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Subject:Animal Farm #17
Time:2005-06-11 08:02 am (UTC)
Interesting book. Read my freshman year of HS. Dig the politics.
Politics and prejudice explained through farm animals.
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Subject:Heart of Darkness #21
Time:2005-06-11 08:04 am (UTC)
Read for my Sr. year of high school with Senor Walsh. Awesome book. One of the older books on the list. Thick vocab. I enjoyed this book.
The book follows a man on his journey from England to the Congo (currently the Democratic Republic of the Congo, formerly Zimbabwe). He journeys into the jungle in search of a man by the name of Kurtz.
This book has many pop culture references. Apocalypse Now, a movie from the 70s (80s??) was based on HoD and set during the Vietnam War.
Chinua Achebe wrote a strong criticism of HoD, labeling it racist, telling only the story of the conquerers rather than the conquered. It was suggested that if he didn't like the novel he should write a novel of his own. The result of that endeavor was Things Fall Apart, book #70 on this list.
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Subject:Slaughterhouse-Five # 29
Time:2005-06-11 08:06 am (UTC)
I LOfVE this book. This is the book we will be reading if we get through all 3 of our books this summer (which I don't see us having any problem doing.
Beautifully written. Vonnegut is a WWII veteran and this is based on his experiences in Europe. Interesting writing and plot. Prevading philosophy is interesting.
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Subject:Lord of the Rings #40
Time:2005-06-11 08:07 am (UTC)
Good story. Tolkien set out to create a mythology that he though Britian lacked. He was a linguist and created his own languages. I liked these books, though at times they can be kind of tedious.
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Subject:Sophie's Choice #57
Time:2005-06-11 08:22 am (UTC)
Post WWII era novel. I was about halfway through this when I went back to school.
I'm planning on picking it back up again too.
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Subject:Ethan Frome #60
Time:2005-06-11 08:23 am (UTC)
I remember liking this better than Willa Cather's books (all read during 7th Grade). Man who has a limp and I think there is something wrong with his wife.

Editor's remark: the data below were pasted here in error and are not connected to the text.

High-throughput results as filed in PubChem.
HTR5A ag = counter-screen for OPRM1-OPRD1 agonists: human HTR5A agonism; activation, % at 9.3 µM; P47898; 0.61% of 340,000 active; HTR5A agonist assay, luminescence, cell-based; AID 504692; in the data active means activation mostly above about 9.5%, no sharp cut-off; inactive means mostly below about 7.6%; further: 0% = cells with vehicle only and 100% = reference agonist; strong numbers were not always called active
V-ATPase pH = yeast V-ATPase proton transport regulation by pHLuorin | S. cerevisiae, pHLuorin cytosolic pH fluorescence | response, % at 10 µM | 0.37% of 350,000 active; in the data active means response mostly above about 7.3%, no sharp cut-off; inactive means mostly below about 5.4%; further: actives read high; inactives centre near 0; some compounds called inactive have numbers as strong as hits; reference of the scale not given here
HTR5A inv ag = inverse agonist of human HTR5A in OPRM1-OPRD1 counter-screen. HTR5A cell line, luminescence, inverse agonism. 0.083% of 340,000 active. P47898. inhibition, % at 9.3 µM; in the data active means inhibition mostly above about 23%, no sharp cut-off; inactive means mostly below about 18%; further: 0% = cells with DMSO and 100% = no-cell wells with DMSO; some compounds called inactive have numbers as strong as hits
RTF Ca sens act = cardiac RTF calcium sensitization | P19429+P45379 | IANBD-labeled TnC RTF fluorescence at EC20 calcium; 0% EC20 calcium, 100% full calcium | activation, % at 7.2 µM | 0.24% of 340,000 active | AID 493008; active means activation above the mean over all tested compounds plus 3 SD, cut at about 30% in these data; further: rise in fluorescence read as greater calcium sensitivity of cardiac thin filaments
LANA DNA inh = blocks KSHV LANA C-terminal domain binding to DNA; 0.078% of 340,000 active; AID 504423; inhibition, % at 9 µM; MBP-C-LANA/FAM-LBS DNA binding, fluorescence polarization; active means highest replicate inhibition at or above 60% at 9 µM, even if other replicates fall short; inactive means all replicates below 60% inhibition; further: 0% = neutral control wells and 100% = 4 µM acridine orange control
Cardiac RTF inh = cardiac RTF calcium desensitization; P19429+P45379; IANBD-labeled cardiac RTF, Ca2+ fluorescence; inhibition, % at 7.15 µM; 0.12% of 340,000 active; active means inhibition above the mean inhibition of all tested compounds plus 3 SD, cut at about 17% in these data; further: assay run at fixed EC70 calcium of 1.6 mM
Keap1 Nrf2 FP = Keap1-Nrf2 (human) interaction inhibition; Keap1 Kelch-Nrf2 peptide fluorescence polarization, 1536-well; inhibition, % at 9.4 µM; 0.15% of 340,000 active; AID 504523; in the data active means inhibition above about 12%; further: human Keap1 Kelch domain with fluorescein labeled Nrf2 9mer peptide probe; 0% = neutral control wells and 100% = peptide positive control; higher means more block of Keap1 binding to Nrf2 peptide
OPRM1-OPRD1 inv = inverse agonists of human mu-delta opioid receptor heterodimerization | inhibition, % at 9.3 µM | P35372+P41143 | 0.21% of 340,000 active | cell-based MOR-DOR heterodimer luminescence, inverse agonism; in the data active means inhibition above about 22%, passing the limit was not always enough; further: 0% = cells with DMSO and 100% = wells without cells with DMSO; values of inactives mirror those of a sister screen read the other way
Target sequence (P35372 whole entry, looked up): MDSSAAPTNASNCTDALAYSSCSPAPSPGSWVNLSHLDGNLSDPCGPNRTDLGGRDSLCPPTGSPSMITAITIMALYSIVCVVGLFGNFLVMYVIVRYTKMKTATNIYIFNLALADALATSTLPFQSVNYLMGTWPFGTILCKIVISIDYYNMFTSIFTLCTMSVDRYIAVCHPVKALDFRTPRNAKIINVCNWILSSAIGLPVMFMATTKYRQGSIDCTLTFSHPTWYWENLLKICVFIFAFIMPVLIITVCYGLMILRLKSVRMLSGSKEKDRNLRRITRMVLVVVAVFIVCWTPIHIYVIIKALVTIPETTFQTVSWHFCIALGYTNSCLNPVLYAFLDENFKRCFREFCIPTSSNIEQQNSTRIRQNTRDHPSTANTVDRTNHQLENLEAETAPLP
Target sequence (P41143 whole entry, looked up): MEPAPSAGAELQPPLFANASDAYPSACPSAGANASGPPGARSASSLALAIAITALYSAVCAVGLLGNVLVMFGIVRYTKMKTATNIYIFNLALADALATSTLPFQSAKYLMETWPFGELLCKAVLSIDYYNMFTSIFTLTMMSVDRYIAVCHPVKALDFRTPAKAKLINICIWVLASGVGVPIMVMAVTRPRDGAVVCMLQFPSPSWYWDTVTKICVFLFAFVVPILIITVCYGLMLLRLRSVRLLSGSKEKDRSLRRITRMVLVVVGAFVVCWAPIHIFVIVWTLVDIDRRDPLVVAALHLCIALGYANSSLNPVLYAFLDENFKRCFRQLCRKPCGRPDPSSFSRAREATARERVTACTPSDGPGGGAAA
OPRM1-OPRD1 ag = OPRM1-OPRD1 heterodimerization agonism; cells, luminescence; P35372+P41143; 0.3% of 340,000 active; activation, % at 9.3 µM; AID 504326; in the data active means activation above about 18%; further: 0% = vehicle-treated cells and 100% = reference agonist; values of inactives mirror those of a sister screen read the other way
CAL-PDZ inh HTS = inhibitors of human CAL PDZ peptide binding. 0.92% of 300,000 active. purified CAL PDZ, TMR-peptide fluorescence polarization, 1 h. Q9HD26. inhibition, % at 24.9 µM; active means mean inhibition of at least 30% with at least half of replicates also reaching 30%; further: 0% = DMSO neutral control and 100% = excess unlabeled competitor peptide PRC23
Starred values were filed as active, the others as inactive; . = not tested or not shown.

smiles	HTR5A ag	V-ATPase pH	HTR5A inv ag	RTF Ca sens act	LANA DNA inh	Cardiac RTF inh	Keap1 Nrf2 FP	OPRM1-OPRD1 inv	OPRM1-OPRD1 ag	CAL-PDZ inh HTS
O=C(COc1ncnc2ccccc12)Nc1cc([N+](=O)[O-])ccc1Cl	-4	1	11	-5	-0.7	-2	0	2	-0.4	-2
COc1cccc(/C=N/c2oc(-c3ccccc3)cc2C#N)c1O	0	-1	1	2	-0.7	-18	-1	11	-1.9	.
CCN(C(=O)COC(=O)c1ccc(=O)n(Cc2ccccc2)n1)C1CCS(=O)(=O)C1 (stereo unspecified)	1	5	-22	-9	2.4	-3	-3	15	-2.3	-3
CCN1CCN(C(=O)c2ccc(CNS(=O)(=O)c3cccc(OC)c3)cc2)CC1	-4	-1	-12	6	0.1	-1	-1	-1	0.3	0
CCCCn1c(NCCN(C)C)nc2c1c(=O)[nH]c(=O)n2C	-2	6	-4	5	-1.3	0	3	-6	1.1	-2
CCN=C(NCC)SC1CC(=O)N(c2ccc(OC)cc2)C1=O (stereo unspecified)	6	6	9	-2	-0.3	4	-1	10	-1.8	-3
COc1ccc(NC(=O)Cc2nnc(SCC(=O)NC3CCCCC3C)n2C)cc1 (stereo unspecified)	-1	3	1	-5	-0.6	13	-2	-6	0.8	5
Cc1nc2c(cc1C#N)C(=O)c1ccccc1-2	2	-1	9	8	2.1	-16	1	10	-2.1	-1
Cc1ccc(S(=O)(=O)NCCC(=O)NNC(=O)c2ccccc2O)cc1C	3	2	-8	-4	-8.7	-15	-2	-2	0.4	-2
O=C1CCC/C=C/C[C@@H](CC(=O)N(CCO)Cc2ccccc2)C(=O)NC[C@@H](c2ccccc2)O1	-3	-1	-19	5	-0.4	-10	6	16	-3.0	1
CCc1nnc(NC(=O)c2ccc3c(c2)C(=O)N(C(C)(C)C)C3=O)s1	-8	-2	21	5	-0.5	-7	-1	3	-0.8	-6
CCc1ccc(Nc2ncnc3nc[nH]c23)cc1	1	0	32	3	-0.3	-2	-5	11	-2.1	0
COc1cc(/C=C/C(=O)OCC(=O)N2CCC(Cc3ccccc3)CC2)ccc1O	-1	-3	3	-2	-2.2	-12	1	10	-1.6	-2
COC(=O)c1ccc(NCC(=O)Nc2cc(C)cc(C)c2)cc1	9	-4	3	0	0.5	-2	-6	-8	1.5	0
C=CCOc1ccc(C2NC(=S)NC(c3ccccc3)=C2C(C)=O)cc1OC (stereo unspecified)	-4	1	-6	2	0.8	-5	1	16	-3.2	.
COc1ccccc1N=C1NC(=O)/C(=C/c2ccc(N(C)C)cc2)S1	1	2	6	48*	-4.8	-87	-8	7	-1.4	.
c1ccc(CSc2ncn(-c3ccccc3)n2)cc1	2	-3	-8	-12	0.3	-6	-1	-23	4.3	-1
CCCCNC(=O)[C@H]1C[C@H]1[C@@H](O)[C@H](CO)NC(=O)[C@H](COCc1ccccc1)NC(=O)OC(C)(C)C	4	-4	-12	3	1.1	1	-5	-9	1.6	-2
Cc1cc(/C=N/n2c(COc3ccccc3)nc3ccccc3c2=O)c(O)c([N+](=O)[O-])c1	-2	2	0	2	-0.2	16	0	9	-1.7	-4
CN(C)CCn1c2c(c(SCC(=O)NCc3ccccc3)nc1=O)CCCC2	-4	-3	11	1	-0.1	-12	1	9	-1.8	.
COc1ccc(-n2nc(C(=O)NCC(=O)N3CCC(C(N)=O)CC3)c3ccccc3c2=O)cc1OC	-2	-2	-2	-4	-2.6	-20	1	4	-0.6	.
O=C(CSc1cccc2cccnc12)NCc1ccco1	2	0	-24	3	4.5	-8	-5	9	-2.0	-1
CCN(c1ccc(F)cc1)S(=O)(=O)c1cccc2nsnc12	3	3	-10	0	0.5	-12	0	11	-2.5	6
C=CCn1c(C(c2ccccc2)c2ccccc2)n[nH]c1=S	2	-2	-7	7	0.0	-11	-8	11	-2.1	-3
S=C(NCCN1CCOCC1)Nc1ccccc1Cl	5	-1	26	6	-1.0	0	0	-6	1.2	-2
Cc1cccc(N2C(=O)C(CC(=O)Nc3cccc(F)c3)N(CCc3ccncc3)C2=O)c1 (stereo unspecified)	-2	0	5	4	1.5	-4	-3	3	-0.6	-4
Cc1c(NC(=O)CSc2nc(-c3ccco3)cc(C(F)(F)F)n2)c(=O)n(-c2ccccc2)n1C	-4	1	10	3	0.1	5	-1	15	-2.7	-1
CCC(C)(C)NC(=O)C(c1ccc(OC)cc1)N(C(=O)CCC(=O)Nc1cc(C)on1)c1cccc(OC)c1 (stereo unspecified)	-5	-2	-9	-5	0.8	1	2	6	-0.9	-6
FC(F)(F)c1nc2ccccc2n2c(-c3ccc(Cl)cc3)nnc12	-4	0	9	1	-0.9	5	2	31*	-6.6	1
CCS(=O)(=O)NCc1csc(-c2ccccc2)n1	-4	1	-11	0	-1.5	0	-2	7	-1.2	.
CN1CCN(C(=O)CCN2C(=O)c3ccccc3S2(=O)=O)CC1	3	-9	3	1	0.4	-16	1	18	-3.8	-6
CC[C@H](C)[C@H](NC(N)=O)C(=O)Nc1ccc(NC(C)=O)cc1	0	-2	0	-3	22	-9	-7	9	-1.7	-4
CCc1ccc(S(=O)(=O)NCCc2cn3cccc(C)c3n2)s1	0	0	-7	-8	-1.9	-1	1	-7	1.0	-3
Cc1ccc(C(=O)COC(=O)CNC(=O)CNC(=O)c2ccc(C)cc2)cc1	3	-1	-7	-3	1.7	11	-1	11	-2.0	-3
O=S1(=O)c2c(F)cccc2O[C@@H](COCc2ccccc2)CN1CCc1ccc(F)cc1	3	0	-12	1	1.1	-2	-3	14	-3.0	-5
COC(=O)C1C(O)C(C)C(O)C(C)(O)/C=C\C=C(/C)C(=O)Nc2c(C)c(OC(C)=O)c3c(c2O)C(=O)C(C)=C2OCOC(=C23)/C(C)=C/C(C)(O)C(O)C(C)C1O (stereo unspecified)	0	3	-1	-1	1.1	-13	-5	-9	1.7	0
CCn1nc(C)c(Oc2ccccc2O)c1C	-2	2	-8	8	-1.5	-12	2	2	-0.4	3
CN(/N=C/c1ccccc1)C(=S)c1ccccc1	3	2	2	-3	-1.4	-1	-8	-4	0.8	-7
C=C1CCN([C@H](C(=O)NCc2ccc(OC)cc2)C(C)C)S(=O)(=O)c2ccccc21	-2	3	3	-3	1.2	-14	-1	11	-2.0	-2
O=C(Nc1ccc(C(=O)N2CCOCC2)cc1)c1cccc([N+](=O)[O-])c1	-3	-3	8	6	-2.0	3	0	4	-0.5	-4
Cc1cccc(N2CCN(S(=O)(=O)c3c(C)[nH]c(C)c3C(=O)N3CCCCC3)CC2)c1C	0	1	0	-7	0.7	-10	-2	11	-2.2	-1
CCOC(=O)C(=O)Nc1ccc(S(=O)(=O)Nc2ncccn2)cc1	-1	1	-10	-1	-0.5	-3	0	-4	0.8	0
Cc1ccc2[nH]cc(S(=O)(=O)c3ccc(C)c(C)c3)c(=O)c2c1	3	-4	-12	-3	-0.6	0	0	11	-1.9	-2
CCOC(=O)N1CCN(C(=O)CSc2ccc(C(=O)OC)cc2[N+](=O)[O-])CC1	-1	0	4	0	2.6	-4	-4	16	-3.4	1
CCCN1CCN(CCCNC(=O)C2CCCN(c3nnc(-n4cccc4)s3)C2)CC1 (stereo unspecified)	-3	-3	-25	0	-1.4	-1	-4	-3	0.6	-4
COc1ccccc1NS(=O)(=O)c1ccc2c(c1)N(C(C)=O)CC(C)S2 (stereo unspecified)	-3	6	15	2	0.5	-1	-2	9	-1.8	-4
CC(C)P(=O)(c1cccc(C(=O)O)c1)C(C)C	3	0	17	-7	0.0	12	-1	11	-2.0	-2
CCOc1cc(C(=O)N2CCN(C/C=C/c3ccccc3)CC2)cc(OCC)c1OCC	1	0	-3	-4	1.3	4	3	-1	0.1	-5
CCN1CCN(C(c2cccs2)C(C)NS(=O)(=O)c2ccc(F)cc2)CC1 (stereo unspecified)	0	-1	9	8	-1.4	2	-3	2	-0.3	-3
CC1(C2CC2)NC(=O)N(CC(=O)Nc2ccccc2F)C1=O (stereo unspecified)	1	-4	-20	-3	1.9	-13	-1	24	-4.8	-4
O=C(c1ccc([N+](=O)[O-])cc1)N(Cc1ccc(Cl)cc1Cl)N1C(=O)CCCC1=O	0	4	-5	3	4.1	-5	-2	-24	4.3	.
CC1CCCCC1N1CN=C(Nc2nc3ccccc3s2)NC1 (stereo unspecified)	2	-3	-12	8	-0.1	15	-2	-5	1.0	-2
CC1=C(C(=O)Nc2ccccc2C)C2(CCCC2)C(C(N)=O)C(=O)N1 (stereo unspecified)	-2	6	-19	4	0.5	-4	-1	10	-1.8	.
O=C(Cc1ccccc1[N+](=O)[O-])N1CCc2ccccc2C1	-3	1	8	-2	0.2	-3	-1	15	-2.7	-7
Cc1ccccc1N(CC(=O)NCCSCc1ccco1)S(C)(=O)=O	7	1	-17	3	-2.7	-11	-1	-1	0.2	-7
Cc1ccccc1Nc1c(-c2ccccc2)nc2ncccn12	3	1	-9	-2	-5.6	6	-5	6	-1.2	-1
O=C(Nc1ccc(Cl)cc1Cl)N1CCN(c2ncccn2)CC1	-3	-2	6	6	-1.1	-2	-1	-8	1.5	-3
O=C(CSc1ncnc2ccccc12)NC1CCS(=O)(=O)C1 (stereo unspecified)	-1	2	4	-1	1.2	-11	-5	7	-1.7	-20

It's been a couple years...
Own this if anyone wants to read it.
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Subject:A Seperate Peace #67
Time:2005-06-11 08:27 am (UTC)
Those of you that went to Basalt probably read this. I enjoyed it.
One of those rich-boys-coming-of-age-in-a-boarding-school-back-east books.
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Subject:Rebecca #71
Time:2005-06-11 08:32 am (UTC)
One of my favorite books ever! I love this book!
This is sort of a love story, if you can find it. Mystery. And....you never know the main character's name. Such awesome twist at the end. This is one that you have to read, realize what was really happening, contemplate, and then read again with knowledge of the end.
Also....Alfred Hitchcock's first movie.
Such a good novel. I think I still have a copy somewhere. Like Feed this a book that I keep buying and giving copies out and never seeing them again.
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Subject:marabou stork nightmares
Time:2005-06-12 08:23 pm (UTC)
Marabou Stork will one day be on that list i sware....Irvine welsh is such a great writer a teacher at my school told me to read it and im glad i am...im about 30pages away from being done....i dont really know how to discribe it so i found this:

From Library Journal
Roy Strang, is dreaming his way through a coma. The novel alternates between a hunt set in Africa for the Marabou Stork (a gruesome, atavistic creature) that he weaves in his mind, and his recollections of his upbringing and youth. His history is marked with violence and rape?experienced both as victim and perpetrator. The storylines are at war, careering off each other in a race to the finish. Though his life is a litany of degradation, the tale of the stork hunt is an attempt to recast himself as a hero, and its completion promises transformation. Roy does not wish to be revived until the tale is told. Welsh (The Acid House, Norton, 1995) writes in the rough gutter-slang of Edinburgh, Scotland, and his phonetic transliterations take some deciphering but this work is well worth the effort. The unsparing, brutal prose is not for the squeamish, but for those with the stomach, this exceedingly original first novel is highly recommended. For all libraries.?Adam Mazmanian, "Library Journal"

it is a really great book you should really read it...im letting Al borrow my copy tomorrow...
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Subject:Re: marabou stork nightmares
Time:2005-06-15 08:15 am (UTC)
I would have it if Ce weren't so damned lazy about reading! LOL
j/k girl.
Hope you're feeling better.